“We make a living by what we get. We make a life by what we give.”
― Winston S. Churchill
Giving back to our communities and to those in need makes our lives more meaningful. Not only do we encourage our kids to do community service while they’re in school, but many people spend weekends doing volunteer work, often through an organized group or a religious institution.
But increasingly, volunteering is making its way into the work week – and sometimes even into the workplace. In fact, according to the 2014 Millennial Impact Study, more than 50 percent of millennials were influenced to accept a job based on that company’s involvement with causes.
It’s more and more common to see companies organizing at-work charity drives or weekday community service activities that employees can take part in, which combine giving back to the community with employee team building, active leadership and comradery. According to Charity Village, some companies find so much value in community involvement and volunteerism that they are paying their employees to volunteer! While this may only be a limited number of companies, the trend is growing – an annual study of employer benefits by the Society for Human Resource Management found that 20 percent of respondents offered this perk!
So why do corporations love community service?
First, it’s a great team-building activity. A community service activity is a more effective way to increase cooperation among employees than, say, an office happy hour. In addition to offering challenging activities, doing something in the service of others opens up a level of meaning and purpose that many of us don’t get in our day-to-day job. That can build stronger bonds among coworkers.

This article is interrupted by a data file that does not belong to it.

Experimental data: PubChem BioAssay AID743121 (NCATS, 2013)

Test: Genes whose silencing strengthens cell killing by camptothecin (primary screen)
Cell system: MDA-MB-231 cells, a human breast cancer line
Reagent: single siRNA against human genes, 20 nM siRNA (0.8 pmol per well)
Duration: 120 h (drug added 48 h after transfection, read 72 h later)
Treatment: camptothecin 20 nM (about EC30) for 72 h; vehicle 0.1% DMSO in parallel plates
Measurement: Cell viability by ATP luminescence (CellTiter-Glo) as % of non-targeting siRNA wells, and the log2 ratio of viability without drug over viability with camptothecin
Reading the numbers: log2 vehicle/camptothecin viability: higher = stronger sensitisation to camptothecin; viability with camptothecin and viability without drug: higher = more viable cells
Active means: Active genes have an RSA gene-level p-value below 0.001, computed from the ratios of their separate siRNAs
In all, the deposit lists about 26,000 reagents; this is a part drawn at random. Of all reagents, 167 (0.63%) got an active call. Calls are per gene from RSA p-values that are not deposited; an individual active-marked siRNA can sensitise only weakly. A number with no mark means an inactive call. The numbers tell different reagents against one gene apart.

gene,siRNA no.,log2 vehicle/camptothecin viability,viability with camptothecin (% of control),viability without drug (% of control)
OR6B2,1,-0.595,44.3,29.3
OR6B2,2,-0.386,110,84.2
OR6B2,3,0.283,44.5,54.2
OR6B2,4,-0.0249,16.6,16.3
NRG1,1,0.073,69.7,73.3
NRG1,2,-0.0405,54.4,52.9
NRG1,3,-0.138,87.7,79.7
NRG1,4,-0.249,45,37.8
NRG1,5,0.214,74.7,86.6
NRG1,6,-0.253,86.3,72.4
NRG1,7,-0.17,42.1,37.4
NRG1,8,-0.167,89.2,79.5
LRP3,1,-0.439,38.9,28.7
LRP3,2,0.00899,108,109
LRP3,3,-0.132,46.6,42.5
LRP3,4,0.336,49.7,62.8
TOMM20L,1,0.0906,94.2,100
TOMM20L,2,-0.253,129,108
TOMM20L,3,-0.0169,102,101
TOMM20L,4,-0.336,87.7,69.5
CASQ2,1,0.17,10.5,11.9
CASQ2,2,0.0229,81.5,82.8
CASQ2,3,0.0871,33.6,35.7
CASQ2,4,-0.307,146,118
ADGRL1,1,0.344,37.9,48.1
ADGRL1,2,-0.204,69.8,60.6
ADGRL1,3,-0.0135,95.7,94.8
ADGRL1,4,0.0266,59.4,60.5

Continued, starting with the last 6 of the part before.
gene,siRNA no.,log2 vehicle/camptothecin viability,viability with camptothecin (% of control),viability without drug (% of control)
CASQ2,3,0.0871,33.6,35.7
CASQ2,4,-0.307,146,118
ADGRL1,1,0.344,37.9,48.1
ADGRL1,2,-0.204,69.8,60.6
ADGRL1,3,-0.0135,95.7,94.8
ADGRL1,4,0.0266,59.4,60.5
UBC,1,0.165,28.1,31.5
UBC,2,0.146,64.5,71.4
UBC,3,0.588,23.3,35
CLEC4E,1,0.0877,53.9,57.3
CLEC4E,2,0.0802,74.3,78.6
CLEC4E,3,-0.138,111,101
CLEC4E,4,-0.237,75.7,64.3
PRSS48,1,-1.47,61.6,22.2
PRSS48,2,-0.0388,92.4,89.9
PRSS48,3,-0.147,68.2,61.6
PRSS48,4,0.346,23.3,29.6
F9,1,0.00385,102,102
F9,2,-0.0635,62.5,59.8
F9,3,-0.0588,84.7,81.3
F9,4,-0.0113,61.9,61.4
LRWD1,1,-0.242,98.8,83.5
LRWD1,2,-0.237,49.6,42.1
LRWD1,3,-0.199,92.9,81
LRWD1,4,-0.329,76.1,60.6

If an employer sponsors the volunteer activities, it can improve employee morale and make employees feel more positively about the place they work. This can increase employee engagement. And increased engagement has been shown to boost productivity, giving you a competitive advantage.
Volunteering is a great opportunity to develop leadership skills. Leading a team of volunteers teaches the same interpersonal and leadership skills that leading a team of coworkers would. Volunteer work is a place where people feel free to experiment more, which is a great way to learn new skills. For example, a volunteer might help a charity plan a fundraiser and discover a knack for event-planning that he or she can apply at work.
Of course, at the end of the day, the true value of giving back isn’t about what you get out of it. It’s meaningful because you’re doing something to help another person or group with no expectation of a reward.
As Winston Churchill said so eloquently in the quote above, life is more vibrant when we give of ourselves to others. While some of us are lucky enough to give to others in our work, most of us work to support ourselves and our families — which is meaningful in and of its self. But that meaning is made deeper and more profound when we reach out to support others in our community and even strangers in need. Bring the idea of giving back into your workplace and see how your own community can thrive.
If you’re looking for opportunities to get your workplace involved in your community, The Corporation for National Community Service is a great place to start your search.
Steve Dunmore is CEO of k-12 Schools for Sodexo North America where he leads the operations and strategic growth for comprehensive service solutions in nearly 500 public school districts. Mr. Dunmore is passionate about engaging youth and ending childhood hunger. He serves on the Boards of the Sodexo Stop Hunger Foundation, Youth Service America and Women’s Foodservice Forum.
— Sodexo USA, Inc. (@sodexoUSA) April 19, 2016